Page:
Guidance for Responding to Customer Complaints
USDA’s FSIS releases a best practices guideline to help the meat and poultry industry respond to customer complaints that are associated with adulterated or misbranded meat and poultry products. “FSIS has placed renewed emphasis on industry responding to customer complaints of foreign materials in meat and poultry and, as required, reporting those incidents to the agency within 24 hours once the determination has been made that the product is adulterated,” says Carmen Rottenberg, FSIS administrator. In 2012, FSIS announced a regulation requiring all establishments to report to the agency within 24 hours when they have shipped or received an adulterated product and that product is in commerce. While this requirement has been in effect for several years, recalls associated with foreign materials have recently been increasing. While FSIS specifically developed its guidance to address foreign material customer complaints, establishments can use the information for other complaints of adulterated or misbranded products. Access the draft guideline here.
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Preventive Controls for Breweries
The Brewers Association is developing a resource to assist craft brewers of all sizes to establish effective food safety preventive controls in all aspects of their brewery operations. The goal is to create a resource that will serve as the accepted “industry standard” addressing the implementation of a comprehensive preventive control program in breweries. Comprehensive guidance to implement preventive controls is not applicable to the unique processes used in brewing and fermenting beer. In most cases, implementation of preventive controls for human food is not a mandated regulatory requirement for producers of alcoholic beverages. However, not only are brewers increasingly required by their customers to have food safety plans in place as a condition of doing business, it is recognized that brewers need more guidance in how and why they should take steps to protect the consumer. The project is scheduled for completion in the summer of 2019.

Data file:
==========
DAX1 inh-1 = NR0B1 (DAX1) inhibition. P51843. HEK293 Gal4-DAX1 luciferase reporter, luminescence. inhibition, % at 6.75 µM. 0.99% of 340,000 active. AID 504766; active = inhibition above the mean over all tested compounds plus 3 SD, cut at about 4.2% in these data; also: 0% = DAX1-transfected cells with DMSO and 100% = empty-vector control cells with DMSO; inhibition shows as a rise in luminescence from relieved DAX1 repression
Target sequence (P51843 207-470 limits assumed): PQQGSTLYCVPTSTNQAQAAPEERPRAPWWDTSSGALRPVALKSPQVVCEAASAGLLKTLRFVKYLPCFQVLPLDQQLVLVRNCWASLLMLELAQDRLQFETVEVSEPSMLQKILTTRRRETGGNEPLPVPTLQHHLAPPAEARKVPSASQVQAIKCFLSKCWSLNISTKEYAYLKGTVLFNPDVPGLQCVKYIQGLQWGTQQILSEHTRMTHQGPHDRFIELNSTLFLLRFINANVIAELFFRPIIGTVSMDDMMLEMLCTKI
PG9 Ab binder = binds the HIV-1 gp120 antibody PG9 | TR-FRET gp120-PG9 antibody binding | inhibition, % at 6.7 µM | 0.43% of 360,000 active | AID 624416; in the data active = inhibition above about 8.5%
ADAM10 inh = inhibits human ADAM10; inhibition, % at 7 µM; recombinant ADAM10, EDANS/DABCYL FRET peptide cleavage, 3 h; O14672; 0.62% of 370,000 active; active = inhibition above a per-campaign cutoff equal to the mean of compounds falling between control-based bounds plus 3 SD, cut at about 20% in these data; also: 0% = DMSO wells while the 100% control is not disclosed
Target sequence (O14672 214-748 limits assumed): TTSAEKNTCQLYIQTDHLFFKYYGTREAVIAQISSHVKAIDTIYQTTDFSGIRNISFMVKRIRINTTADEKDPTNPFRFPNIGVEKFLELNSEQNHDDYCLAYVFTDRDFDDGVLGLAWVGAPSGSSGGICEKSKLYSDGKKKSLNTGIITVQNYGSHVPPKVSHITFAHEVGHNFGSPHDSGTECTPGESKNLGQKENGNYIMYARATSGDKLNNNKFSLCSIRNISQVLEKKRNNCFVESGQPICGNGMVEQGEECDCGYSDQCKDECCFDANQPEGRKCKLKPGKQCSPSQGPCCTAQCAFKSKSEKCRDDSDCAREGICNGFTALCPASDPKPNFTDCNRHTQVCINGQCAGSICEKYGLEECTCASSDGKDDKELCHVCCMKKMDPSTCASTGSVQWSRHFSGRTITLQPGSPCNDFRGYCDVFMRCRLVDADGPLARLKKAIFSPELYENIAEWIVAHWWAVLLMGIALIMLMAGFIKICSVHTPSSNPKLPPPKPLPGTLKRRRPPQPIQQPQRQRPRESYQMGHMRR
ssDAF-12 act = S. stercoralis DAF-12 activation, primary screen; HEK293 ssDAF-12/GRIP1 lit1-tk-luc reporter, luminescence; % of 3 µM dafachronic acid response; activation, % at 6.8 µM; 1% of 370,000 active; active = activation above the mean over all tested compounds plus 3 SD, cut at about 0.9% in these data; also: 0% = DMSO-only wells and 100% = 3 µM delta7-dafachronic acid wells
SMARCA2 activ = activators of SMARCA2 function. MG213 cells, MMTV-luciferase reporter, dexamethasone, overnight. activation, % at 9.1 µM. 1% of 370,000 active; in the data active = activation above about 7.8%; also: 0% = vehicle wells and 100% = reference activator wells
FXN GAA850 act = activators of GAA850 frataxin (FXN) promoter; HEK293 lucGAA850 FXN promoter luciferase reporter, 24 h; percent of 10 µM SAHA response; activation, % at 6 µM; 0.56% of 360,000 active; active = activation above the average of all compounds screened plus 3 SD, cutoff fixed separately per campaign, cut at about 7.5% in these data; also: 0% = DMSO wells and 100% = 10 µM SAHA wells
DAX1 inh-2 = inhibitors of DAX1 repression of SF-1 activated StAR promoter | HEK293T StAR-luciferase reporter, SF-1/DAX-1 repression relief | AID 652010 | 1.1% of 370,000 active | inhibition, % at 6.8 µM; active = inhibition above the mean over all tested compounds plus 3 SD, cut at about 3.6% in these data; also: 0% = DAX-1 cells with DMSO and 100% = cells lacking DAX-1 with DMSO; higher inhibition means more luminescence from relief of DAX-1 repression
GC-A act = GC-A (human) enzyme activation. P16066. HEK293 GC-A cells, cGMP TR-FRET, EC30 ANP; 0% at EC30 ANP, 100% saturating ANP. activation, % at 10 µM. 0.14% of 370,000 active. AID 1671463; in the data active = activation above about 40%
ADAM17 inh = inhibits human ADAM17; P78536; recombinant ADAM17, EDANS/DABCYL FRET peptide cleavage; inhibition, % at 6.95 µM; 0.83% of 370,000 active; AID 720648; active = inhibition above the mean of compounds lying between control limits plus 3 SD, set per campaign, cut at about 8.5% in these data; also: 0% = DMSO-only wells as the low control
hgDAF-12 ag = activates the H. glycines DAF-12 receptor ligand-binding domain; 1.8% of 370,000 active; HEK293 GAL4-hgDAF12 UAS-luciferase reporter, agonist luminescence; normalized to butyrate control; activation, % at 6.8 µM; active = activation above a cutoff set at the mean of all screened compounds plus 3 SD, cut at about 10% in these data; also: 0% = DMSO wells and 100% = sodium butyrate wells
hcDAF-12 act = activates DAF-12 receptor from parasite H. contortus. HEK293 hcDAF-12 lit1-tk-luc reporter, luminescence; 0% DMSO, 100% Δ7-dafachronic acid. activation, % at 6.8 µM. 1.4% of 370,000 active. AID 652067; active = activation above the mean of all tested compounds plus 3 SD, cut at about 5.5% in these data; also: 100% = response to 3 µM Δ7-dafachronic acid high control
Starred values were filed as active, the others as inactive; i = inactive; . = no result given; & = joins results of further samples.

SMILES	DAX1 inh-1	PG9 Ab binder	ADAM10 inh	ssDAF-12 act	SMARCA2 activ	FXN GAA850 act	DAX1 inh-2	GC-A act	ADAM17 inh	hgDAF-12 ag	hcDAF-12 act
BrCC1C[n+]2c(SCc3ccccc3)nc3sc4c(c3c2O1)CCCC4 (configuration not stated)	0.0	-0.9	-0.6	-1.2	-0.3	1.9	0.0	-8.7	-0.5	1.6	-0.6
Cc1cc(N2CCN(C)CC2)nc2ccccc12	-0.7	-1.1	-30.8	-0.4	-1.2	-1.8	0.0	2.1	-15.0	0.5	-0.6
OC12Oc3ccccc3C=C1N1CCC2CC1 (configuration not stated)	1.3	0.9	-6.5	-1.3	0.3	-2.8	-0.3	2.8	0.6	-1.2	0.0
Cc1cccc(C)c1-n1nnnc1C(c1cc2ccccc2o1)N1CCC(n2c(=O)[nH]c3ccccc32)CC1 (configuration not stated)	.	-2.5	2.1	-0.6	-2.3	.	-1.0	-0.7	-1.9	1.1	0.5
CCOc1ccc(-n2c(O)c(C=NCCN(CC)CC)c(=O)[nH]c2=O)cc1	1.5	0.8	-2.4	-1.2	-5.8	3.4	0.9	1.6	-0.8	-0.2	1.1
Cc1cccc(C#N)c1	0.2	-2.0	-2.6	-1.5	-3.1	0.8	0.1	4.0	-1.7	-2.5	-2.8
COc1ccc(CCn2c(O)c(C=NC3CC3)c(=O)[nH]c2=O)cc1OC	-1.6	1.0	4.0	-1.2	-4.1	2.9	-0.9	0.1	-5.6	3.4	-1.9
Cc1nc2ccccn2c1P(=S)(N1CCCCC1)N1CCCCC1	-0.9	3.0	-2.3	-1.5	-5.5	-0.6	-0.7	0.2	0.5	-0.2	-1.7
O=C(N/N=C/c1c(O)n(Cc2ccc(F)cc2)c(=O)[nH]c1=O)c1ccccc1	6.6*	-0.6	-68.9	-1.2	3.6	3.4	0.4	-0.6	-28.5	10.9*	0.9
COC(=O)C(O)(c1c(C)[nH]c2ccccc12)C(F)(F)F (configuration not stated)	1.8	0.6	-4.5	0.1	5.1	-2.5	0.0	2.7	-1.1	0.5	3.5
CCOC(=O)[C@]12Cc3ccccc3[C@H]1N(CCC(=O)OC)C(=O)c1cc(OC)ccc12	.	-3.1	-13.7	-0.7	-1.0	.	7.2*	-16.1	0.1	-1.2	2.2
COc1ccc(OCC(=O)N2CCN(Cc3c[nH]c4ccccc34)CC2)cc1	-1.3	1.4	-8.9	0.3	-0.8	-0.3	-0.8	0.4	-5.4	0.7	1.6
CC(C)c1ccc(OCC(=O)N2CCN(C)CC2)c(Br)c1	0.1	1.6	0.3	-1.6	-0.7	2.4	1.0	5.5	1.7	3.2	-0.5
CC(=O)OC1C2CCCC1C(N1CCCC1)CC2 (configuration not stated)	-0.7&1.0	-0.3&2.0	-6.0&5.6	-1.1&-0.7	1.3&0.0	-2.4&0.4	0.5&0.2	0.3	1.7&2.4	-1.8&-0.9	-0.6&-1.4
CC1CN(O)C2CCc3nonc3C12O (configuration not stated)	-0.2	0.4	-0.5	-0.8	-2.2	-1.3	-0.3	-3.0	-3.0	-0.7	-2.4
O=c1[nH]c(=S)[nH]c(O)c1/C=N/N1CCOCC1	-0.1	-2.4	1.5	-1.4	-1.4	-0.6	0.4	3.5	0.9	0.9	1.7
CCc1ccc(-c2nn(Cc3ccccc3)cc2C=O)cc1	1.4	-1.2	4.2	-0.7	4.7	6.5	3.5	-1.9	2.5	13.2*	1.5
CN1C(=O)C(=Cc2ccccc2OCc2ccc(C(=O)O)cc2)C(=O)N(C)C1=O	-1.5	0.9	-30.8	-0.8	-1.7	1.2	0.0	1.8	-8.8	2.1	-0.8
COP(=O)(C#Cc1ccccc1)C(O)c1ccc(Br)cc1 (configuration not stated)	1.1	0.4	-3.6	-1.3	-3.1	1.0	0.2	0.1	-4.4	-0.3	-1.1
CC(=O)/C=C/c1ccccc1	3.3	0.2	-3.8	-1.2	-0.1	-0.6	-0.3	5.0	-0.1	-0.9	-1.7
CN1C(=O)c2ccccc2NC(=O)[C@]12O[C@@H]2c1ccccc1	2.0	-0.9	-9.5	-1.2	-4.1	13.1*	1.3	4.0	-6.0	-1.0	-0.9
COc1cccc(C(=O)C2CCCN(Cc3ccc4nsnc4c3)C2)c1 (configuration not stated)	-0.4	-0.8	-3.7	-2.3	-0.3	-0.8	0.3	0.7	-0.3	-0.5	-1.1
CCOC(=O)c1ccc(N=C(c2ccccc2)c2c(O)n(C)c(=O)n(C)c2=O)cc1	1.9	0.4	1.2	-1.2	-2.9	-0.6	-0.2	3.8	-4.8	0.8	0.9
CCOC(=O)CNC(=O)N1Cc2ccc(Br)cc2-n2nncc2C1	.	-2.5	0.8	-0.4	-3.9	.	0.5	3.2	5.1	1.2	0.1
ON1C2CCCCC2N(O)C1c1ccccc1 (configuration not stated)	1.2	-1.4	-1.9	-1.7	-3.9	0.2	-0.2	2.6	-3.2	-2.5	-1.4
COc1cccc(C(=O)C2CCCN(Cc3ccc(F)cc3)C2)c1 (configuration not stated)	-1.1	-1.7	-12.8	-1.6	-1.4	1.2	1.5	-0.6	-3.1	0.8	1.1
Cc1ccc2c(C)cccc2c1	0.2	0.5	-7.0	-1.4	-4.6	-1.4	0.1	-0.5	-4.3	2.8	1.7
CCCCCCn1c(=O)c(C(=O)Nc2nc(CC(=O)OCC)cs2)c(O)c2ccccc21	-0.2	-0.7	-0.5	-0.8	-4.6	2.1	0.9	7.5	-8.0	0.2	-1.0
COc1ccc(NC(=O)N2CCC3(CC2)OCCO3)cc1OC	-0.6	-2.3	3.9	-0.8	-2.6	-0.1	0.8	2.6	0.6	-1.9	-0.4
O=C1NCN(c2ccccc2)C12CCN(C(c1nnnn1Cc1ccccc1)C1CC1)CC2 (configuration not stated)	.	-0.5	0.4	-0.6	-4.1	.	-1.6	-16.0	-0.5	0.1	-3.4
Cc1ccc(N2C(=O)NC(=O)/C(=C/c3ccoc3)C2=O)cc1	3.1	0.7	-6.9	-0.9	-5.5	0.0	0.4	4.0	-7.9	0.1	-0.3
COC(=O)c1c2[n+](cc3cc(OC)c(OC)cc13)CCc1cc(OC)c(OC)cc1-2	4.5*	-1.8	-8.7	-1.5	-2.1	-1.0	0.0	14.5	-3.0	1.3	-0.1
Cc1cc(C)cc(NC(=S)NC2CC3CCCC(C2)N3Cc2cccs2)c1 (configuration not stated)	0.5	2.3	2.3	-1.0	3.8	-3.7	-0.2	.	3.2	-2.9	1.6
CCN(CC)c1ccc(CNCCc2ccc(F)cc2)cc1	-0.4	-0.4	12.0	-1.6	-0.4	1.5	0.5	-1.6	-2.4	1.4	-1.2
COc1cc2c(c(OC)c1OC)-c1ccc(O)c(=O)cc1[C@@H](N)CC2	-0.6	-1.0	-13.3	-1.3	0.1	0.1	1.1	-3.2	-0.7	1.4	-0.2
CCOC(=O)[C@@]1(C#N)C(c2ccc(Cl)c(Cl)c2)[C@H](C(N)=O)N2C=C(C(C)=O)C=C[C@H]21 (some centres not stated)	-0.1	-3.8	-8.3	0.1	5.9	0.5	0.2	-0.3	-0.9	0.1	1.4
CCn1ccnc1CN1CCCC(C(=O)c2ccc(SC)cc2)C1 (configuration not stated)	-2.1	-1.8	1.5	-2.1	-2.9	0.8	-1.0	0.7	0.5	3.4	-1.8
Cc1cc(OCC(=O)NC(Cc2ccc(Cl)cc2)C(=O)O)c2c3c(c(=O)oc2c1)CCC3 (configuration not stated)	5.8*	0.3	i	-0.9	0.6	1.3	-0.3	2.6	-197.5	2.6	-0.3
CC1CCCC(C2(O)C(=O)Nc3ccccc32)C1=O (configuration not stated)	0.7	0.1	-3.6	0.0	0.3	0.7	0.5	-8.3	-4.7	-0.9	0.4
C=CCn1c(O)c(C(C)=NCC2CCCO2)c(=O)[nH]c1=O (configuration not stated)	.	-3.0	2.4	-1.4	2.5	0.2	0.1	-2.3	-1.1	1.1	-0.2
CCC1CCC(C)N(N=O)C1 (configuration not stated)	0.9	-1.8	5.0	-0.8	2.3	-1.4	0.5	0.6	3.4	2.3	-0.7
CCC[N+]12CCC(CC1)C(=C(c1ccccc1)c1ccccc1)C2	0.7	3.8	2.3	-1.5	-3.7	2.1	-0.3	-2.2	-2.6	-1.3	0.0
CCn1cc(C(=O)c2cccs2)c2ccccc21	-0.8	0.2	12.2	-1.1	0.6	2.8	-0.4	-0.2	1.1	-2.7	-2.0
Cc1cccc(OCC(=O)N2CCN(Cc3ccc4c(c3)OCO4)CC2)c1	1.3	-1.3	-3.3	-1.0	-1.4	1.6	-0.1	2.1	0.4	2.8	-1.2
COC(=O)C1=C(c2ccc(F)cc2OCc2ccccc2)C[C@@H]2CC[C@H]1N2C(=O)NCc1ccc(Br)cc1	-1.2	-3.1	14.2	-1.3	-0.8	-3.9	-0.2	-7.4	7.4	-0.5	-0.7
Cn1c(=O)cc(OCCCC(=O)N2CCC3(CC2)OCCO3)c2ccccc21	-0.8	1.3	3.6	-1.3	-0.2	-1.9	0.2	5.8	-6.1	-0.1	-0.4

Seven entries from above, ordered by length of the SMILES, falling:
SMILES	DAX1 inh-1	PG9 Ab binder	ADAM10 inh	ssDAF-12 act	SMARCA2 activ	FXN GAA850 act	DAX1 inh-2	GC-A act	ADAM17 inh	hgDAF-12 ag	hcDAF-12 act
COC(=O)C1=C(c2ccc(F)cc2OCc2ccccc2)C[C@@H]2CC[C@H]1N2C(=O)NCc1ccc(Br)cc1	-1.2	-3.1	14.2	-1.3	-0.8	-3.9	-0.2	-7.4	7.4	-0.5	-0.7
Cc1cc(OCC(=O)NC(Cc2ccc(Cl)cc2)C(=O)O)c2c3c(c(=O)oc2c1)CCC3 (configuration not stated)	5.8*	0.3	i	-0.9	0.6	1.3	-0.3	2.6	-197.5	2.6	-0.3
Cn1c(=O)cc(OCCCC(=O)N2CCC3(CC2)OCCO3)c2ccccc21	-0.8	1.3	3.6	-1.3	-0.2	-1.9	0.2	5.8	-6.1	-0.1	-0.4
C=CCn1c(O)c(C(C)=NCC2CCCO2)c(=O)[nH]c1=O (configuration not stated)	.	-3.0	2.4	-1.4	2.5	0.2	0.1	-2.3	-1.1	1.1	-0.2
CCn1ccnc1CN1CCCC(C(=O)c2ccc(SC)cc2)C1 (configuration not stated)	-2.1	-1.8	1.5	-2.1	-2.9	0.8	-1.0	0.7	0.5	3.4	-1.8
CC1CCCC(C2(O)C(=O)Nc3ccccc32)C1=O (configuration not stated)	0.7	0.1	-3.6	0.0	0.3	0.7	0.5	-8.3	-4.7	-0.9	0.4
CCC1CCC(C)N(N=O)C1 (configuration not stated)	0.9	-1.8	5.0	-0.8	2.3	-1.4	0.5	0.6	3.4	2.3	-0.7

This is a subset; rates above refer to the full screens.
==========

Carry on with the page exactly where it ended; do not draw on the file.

Climate Change Could Make Food Less Safe
As reported by Reuters, officials and researchers are advising governments to pay more attention to food safety as the planet warms and to address the issue in their action plans to tackle climate change. Climate change and the globalization of food production, coupled with a rising world population and increasing urbanization, pose new challenges to food safety, says the World Health Organization. “It is known that temperature increase as a result of greenhouse gas emissions may increase food contamination and foodborne diseases,” according to Cristina Tirado-von der Pahlen, director of international climate initiatives at California’s Loyola Marymount University. But her research found that only three countries mentioned food safety in their national action plans for adapting to climate change, prepared under U.N. negotiations.
Kestrel Management forms an alliance with Ultra Consultants to provide food safety compliance and remediation advisory services to North American food and beverage processors.
Hyland Levin LLP launches its Food and Beverage Law Group.
GFSI forms a Local Group in Australia and New Zealand, named GFSI AusNZ, as part of its regional outreach model.
Aquionics enters into a partnership agreement with Valcour Process Technologies for distributing its UV disinfection systems to cheese producers in the upper Midwest.
Wheatsheaf Group Limited acquires 90% of Purfresh, a provider of specialized controlled atmosphere systems that reduce cargo loss through spoilage in refrigerated ocean shipping containers.
The Food Laboratory Alliance adds AOAC International to its coalition of organizations devoted to the safety of the nation’s food supply and the quality of food laboratory testing.
ReposiTrak completes its Service Organization Control 1 and 2 Type 2 annual audit recertifications, a verification standard defined by Association of International Certified Professional Accountants.